Shrove Tuesday Carnival in Jelsa 2015

Published in Highlights

The Udruga Karnevol created yet another resounding success for the start of Lent in 2015.

The Shrove Tuesday Carnival is the high point of the Carnival Association's year, even thought they are active throughout the year. They produce a splendid show for all ages, year after year. There are always ingenious and imaginative costumes on show for this wonderful occasion when children and grown-ups can dress up and put themselves on parade.

The children perform on stage, with a prize for the classes which are judged the best in various categories.

Grown-ups mill around, or sit in the cafes and enjoy the atmosphere.

Parents and children enjoy the occasion on equal terms.

The organizers tirelessly join in the fun.

In 2013, the Udruga Karnevol surpassed themselves by creating a large-scale model of the popular tourist boat Makarski Jadran. The model was paraded through Jelsa, just scraping through some of the streets, and knocking off a few branches on the way, before arriving in style at the sports hall, which was hosting the Carnival because of rainy weather.

The 2015 Carnival saw them rise to yet another new height - almost literally - with the creation of a model seaplane. The real seaplane had enjoyed its own success in the morning, proudly conveying Croatia's Prime Minister Zoran Milanović into Jelsa for a flying visit.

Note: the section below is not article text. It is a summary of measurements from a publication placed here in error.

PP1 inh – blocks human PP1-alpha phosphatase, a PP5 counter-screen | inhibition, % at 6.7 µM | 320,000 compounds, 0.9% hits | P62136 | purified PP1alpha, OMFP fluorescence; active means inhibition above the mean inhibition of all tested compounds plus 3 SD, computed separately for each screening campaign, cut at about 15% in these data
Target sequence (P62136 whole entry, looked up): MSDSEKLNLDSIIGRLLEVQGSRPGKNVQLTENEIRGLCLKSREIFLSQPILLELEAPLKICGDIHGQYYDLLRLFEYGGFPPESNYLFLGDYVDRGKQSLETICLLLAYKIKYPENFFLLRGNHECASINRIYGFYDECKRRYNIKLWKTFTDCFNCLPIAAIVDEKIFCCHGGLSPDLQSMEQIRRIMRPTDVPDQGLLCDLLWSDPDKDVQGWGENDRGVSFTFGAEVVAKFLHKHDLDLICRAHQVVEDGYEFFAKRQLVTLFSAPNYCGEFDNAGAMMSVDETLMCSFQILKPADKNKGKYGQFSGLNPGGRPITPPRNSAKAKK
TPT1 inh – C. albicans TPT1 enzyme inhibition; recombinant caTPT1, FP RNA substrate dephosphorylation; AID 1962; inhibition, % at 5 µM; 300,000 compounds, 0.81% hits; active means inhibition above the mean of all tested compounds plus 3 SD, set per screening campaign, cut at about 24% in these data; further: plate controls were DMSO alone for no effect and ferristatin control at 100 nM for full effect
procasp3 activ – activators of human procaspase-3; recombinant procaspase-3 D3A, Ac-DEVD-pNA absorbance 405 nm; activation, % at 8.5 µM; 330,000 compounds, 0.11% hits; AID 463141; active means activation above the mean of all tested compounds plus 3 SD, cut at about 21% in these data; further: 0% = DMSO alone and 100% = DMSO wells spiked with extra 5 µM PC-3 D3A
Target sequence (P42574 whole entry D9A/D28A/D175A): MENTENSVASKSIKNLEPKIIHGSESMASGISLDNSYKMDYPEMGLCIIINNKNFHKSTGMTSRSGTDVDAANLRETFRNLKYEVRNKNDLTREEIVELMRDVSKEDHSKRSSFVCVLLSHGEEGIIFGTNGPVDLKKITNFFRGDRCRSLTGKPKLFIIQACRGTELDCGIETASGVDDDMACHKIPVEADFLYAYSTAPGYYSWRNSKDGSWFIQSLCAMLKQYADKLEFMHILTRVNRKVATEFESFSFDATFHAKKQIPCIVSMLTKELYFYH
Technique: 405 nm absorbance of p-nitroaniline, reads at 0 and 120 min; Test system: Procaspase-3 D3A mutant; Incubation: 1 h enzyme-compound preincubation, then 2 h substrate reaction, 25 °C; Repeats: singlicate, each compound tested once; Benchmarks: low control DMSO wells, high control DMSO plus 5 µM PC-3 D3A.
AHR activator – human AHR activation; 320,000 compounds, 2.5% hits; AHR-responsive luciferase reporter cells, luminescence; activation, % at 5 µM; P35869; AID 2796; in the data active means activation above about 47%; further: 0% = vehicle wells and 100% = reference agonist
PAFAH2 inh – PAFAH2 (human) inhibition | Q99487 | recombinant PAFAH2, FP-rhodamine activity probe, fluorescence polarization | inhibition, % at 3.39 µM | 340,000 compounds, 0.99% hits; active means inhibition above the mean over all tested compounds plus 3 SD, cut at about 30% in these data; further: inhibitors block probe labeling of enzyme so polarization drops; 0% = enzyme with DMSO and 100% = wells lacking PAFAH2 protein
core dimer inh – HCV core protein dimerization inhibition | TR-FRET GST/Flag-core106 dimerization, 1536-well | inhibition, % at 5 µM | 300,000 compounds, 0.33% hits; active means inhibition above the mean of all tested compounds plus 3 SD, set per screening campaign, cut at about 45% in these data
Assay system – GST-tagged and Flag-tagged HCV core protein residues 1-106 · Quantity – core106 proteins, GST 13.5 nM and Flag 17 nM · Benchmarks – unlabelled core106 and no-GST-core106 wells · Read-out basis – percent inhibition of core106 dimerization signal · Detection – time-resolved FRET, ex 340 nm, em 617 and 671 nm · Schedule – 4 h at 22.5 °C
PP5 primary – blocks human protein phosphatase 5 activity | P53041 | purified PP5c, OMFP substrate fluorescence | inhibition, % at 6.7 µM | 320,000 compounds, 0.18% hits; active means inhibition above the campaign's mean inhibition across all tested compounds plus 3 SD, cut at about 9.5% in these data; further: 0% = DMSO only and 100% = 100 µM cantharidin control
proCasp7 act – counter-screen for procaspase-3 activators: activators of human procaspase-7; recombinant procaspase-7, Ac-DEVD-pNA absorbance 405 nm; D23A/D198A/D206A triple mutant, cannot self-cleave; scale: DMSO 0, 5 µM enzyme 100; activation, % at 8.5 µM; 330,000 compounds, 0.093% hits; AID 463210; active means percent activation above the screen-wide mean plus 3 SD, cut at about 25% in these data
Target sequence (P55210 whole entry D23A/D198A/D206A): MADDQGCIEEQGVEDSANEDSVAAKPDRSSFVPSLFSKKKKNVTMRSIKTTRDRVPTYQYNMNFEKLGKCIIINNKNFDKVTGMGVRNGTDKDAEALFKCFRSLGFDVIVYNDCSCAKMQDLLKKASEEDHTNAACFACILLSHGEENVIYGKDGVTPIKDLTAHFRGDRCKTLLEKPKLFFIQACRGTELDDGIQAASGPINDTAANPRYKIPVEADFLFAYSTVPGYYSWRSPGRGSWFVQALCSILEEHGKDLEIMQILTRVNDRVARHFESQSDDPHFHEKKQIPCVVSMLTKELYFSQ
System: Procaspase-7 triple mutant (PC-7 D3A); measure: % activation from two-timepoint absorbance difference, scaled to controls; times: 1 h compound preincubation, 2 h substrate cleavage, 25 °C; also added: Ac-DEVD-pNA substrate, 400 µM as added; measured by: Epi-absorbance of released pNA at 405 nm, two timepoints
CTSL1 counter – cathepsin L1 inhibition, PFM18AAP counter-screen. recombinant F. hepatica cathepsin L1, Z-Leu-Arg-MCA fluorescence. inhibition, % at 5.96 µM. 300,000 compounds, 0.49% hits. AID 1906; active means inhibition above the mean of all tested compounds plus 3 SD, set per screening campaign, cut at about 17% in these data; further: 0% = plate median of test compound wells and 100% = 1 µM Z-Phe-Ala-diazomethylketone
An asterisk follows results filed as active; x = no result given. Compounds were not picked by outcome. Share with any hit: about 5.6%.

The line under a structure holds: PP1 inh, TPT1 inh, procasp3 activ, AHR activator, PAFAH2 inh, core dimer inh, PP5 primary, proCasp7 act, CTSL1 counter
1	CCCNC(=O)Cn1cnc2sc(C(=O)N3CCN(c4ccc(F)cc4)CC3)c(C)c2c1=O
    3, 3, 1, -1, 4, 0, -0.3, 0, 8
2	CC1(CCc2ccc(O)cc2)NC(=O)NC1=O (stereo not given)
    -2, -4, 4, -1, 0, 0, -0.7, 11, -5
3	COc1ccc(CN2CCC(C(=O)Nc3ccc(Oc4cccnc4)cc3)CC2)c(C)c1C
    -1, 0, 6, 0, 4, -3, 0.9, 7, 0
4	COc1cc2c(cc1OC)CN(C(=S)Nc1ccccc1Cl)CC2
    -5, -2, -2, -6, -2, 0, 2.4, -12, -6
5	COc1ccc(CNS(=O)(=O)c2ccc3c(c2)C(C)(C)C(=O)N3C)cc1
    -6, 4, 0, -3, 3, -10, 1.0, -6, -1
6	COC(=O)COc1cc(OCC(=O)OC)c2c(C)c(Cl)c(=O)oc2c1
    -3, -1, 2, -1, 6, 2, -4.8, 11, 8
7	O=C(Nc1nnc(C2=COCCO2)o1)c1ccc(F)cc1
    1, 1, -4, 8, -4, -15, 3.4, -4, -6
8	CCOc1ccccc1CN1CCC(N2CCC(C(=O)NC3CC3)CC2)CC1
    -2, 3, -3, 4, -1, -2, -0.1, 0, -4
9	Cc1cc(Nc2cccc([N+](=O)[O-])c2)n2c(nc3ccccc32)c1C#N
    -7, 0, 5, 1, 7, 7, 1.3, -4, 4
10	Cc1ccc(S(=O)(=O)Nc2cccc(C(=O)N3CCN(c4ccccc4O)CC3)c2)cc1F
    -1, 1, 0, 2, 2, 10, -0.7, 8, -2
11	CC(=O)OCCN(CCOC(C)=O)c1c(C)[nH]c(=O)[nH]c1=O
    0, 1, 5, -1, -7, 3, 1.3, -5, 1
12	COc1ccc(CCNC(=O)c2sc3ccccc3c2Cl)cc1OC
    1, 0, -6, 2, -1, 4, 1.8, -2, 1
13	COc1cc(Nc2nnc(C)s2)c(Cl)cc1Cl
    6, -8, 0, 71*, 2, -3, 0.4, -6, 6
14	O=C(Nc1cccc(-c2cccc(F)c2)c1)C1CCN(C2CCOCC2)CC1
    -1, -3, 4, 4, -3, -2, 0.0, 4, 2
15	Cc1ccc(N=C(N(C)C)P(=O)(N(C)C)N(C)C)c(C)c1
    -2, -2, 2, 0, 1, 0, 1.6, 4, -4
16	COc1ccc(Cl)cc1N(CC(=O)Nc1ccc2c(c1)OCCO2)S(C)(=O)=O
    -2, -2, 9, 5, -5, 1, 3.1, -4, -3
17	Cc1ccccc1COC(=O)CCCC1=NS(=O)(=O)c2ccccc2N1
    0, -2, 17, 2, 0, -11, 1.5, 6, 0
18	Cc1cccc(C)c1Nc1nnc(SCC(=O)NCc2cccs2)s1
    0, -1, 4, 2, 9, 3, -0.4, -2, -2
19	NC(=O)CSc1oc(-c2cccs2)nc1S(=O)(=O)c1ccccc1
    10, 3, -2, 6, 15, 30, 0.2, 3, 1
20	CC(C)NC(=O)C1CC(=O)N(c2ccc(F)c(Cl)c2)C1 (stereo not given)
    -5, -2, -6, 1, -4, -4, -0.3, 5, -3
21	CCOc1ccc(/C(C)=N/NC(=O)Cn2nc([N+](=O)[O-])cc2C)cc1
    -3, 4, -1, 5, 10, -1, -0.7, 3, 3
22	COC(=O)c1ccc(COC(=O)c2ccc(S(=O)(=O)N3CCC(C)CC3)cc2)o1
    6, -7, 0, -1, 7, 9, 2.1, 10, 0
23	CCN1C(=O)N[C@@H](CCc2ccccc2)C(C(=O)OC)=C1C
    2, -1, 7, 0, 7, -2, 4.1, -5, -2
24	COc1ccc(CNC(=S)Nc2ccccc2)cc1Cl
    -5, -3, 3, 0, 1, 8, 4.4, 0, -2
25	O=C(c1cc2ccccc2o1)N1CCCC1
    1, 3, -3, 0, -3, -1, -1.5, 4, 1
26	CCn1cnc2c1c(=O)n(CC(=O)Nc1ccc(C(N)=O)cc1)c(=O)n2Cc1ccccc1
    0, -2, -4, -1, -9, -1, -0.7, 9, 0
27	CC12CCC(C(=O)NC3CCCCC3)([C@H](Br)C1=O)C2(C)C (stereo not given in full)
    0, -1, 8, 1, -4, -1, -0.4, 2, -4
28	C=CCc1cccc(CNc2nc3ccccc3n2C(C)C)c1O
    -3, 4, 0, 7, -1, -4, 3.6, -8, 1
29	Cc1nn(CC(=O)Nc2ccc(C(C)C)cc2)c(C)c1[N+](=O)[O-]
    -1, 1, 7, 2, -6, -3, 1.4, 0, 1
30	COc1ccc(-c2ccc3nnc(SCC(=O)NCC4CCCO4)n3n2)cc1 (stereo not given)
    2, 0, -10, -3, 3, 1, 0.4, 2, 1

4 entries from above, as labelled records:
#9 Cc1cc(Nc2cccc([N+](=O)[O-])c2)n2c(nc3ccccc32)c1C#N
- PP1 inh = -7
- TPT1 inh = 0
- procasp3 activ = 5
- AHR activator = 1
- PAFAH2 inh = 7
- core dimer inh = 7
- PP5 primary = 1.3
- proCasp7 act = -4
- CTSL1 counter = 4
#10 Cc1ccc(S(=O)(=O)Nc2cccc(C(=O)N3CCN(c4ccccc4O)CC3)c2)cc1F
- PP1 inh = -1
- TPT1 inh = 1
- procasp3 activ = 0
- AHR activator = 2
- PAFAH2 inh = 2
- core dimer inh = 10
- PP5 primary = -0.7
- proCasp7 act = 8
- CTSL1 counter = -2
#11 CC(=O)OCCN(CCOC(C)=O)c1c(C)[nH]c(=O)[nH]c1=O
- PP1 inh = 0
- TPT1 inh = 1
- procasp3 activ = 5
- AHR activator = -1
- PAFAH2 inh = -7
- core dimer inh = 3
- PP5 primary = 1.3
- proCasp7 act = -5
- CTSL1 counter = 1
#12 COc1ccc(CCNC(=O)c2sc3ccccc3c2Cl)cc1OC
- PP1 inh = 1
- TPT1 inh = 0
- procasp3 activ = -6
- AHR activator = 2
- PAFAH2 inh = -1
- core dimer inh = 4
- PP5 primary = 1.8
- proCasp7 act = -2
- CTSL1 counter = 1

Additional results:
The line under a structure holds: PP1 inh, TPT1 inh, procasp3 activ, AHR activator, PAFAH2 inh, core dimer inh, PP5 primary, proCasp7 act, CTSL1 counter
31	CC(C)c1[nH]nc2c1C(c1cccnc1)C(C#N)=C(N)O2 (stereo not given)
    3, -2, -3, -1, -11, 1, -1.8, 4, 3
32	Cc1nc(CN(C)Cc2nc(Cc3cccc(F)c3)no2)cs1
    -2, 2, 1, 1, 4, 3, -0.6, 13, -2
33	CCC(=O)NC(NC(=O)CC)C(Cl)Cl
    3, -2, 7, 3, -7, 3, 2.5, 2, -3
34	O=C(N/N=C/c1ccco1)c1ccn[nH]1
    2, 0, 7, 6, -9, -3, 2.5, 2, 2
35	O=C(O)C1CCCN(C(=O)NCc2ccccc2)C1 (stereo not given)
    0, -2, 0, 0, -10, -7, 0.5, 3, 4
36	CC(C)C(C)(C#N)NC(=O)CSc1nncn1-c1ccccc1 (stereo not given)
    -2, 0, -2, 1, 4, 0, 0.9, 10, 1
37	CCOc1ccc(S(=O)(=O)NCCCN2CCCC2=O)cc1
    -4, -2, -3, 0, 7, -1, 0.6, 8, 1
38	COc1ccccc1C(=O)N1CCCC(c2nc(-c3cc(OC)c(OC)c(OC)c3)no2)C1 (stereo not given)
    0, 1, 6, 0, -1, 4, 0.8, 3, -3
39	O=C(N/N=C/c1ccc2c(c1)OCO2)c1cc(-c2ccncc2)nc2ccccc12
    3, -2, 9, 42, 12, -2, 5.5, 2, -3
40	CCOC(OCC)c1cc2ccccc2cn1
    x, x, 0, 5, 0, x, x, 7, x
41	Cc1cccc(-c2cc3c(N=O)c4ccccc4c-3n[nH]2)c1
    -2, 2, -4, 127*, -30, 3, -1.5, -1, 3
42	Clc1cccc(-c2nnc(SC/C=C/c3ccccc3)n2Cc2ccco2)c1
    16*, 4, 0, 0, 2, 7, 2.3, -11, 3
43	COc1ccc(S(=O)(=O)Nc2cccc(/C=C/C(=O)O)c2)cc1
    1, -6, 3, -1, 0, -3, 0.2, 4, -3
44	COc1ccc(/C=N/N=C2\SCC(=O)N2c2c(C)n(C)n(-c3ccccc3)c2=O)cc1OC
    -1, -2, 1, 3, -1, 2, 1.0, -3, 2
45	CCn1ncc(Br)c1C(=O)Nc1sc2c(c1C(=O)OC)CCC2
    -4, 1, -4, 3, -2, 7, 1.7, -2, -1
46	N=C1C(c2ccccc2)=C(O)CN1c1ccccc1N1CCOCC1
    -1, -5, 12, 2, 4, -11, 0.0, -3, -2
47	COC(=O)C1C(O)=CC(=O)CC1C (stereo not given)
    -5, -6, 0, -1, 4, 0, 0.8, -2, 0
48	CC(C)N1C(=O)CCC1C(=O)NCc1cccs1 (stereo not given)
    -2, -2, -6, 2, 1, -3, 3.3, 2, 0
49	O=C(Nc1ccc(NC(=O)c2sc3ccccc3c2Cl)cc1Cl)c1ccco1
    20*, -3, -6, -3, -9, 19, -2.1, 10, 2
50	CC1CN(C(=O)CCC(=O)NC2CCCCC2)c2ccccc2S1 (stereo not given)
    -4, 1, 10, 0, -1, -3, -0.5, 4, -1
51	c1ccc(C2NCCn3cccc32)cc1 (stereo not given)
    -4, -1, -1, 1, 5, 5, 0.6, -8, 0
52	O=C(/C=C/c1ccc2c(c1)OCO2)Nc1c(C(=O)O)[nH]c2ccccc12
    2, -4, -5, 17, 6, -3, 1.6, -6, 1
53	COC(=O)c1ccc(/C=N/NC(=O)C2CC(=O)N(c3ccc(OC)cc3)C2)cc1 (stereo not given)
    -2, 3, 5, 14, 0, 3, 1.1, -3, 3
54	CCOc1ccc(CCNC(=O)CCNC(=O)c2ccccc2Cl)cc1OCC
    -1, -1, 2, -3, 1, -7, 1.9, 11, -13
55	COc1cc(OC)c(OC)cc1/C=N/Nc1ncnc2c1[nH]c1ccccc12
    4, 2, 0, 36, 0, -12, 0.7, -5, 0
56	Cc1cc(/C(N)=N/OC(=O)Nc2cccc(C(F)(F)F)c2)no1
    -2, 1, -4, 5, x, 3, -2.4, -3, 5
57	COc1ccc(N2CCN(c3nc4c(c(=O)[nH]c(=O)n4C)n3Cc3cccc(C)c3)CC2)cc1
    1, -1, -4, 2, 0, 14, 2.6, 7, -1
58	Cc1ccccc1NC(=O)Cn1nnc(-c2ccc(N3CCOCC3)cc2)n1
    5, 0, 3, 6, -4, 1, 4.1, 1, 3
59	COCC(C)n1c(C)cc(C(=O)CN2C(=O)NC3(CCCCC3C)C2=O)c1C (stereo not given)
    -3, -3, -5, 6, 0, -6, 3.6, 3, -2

In the afternoon, Jelsa Airlines had the honour of bringing in Croatia's newly elected President Kolinda Grabar-Kitarović, the first female to hold the job.

The plane was carrying the current Prime Minister and members of his coalition, as depicted, appropriately, in the windows on the left side, while on the right were the representatives of the Croatian Democratic Union (HDZ), including the newly elected President. The Jelsa Airlines title of 'Futre' on the plane is not a misprint of 'Future', nor - Heaven forfend! - of a rather rude French word. It is the nickname of Jelsa's Tourist Board Director, Niko Skrivaneli, famous for his frequent flights from the bosom of Jelsa, and widely credited with being the inventor of 'telepathy tourism', a whole new approach to promoting a prime holiday destination. Mr Skrivaneli was on hand when the Prime Minister visited Jelsa on the morning of the Carnival, and was apparently amused and honoured to find Jelsa's new seaplane named after him.

The plane was escorted in by a phalanx of Jelsa Airlines' special jets, performing a unique formation known as a fly-away-behind.

Although she had not yet taken up her duties on the day of the Carnival, due (dis)respect was paid to President Kolinda, ably represented by her 'double', Lidija Reljić. Security was tight: there were not only policemen but police dogs on hand to quell any potential trouble.